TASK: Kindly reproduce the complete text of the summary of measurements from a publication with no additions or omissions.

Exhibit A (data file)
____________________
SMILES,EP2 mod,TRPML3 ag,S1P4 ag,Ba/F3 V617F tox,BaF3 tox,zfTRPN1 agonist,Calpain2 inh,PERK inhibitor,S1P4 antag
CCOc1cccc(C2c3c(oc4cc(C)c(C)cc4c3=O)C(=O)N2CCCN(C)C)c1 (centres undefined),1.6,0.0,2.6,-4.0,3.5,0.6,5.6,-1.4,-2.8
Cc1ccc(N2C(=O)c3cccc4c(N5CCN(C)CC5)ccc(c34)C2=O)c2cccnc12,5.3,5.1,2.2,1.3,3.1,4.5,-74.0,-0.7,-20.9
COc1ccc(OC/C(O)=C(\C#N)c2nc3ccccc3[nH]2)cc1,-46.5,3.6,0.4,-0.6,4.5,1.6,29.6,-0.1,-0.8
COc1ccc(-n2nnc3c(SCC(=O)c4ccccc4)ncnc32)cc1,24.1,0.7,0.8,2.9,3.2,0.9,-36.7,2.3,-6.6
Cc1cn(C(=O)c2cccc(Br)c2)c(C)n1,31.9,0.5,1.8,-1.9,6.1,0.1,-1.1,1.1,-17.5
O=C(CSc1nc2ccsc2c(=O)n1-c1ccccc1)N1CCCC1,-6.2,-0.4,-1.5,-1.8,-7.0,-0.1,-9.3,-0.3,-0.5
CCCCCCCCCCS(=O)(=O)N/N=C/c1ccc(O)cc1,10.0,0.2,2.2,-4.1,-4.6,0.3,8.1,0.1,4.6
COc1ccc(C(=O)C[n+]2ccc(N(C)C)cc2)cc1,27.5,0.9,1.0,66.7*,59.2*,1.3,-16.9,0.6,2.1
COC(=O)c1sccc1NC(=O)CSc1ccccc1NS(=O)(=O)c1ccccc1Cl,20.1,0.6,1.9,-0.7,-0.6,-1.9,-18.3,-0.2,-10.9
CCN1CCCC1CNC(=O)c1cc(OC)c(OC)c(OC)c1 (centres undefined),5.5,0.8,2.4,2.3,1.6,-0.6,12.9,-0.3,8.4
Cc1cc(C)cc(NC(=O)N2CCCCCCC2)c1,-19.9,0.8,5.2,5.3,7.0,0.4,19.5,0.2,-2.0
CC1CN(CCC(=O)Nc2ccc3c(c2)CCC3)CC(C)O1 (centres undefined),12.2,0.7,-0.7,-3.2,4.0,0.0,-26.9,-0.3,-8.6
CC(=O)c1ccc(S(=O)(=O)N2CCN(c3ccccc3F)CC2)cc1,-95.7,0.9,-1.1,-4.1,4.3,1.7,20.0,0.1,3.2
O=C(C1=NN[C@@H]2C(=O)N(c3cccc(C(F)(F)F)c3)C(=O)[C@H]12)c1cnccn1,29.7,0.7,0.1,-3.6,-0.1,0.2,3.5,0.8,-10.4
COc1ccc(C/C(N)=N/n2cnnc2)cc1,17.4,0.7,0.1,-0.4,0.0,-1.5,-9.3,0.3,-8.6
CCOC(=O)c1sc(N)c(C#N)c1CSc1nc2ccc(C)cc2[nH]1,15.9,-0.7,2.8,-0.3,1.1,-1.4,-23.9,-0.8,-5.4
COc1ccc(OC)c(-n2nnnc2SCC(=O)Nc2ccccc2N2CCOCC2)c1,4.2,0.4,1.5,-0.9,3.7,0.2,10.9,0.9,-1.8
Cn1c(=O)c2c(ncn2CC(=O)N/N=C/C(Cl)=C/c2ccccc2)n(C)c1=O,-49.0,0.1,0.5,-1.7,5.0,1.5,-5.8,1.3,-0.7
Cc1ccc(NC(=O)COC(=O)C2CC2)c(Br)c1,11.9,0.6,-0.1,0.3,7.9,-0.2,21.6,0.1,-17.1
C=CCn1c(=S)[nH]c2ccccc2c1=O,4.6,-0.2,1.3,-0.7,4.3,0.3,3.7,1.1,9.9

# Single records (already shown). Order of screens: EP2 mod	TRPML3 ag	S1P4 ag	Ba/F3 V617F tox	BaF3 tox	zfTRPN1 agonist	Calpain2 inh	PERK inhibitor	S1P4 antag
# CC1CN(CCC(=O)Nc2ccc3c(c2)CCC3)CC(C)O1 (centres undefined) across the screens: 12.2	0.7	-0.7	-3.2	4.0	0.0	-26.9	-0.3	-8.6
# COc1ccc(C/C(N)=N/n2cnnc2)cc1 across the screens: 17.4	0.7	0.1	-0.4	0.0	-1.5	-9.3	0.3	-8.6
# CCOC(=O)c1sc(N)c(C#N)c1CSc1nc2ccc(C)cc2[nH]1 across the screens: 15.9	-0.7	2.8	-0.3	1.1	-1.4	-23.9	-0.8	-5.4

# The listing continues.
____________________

SMILES,EP2 mod,TRPML3 ag,S1P4 ag,Ba/F3 V617F tox,BaF3 tox,zfTRPN1 agonist,Calpain2 inh,PERK inhibitor,S1P4 antag
CCOc1cccc(C2c3c(oc4cc(C)c(C)cc4c3=O)C(=O)N2CCCN(C)C)c1 (centres undefined),1.6,0.0,2.6,-4.0,3.5,0.6,5.6,-1.4,-2.8
Cc1ccc(N2C(=O)c3cccc4c(N5CCN(C)CC5)ccc(c34)C2=O)c2cccnc12,5.3,5.1,2.2,1.3,3.1,4.5,-74.0,-0.7,-20.9
COc1ccc(OC/C(O)=C(\C#N)c2nc3ccccc3[nH]2)cc1,-46.5,3.6,0.4,-0.6,4.5,1.6,29.6,-0.1,-0.8
COc1ccc(-n2nnc3c(SCC(=O)c4ccccc4)ncnc32)cc1,24.1,0.7,0.8,2.9,3.2,0.9,-36.7,2.3,-6.6
Cc1cn(C(=O)c2cccc(Br)c2)c(C)n1,31.9,0.5,1.8,-1.9,6.1,0.1,-1.1,1.1,-17.5
O=C(CSc1nc2ccsc2c(=O)n1-c1ccccc1)N1CCCC1,-6.2,-0.4,-1.5,-1.8,-7.0,-0.1,-9.3,-0.3,-0.5
CCCCCCCCCCS(=O)(=O)N/N=C/c1ccc(O)cc1,10.0,0.2,2.2,-4.1,-4.6,0.3,8.1,0.1,4.6
COc1ccc(C(=O)C[n+]2ccc(N(C)C)cc2)cc1,27.5,0.9,1.0,66.7*,59.2*,1.3,-16.9,0.6,2.1
COC(=O)c1sccc1NC(=O)CSc1ccccc1NS(=O)(=O)c1ccccc1Cl,20.1,0.6,1.9,-0.7,-0.6,-1.9,-18.3,-0.2,-10.9
CCN1CCCC1CNC(=O)c1cc(OC)c(OC)c(OC)c1 (centres undefined),5.5,0.8,2.4,2.3,1.6,-0.6,12.9,-0.3,8.4
Cc1cc(C)cc(NC(=O)N2CCCCCCC2)c1,-19.9,0.8,5.2,5.3,7.0,0.4,19.5,0.2,-2.0
CC1CN(CCC(=O)Nc2ccc3c(c2)CCC3)CC(C)O1 (centres undefined),12.2,0.7,-0.7,-3.2,4.0,0.0,-26.9,-0.3,-8.6
CC(=O)c1ccc(S(=O)(=O)N2CCN(c3ccccc3F)CC2)cc1,-95.7,0.9,-1.1,-4.1,4.3,1.7,20.0,0.1,3.2
O=C(C1=NN[C@@H]2C(=O)N(c3cccc(C(F)(F)F)c3)C(=O)[C@H]12)c1cnccn1,29.7,0.7,0.1,-3.6,-0.1,0.2,3.5,0.8,-10.4
COc1ccc(C/C(N)=N/n2cnnc2)cc1,17.4,0.7,0.1,-0.4,0.0,-1.5,-9.3,0.3,-8.6
CCOC(=O)c1sc(N)c(C#N)c1CSc1nc2ccc(C)cc2[nH]1,15.9,-0.7,2.8,-0.3,1.1,-1.4,-23.9,-0.8,-5.4
COc1ccc(OC)c(-n2nnnc2SCC(=O)Nc2ccccc2N2CCOCC2)c1,4.2,0.4,1.5,-0.9,3.7,0.2,10.9,0.9,-1.8
Cn1c(=O)c2c(ncn2CC(=O)N/N=C/C(Cl)=C/c2ccccc2)n(C)c1=O,-49.0,0.1,0.5,-1.7,5.0,1.5,-5.8,1.3,-0.7
Cc1ccc(NC(=O)COC(=O)C2CC2)c(Br)c1,11.9,0.6,-0.1,0.3,7.9,-0.2,21.6,0.1,-17.1
C=CCn1c(=S)[nH]c2ccccc2c1=O,4.6,-0.2,1.3,-0.7,4.3,0.3,3.7,1.1,9.9

# Single records (already shown). Order of screens: EP2 mod	TRPML3 ag	S1P4 ag	Ba/F3 V617F tox	BaF3 tox	zfTRPN1 agonist	Calpain2 inh	PERK inhibitor	S1P4 antag
# CC1CN(CCC(=O)Nc2ccc3c(c2)CCC3)CC(C)O1 (centres undefined) across the screens: 12.2	0.7	-0.7	-3.2	4.0	0.0	-26.9	-0.3	-8.6
# COc1ccc(C/C(N)=N/n2cnnc2)cc1 across the screens: 17.4	0.7	0.1	-0.4	0.0	-1.5	-9.3	0.3	-8.6
# CCOC(=O)c1sc(N)c(C#N)c1CSc1nc2ccc(C)cc2[nH]1 across the screens: 15.9	-0.7	2.8	-0.3	1.1	-1.4	-23.9	-0.8	-5.4

# The listing continues.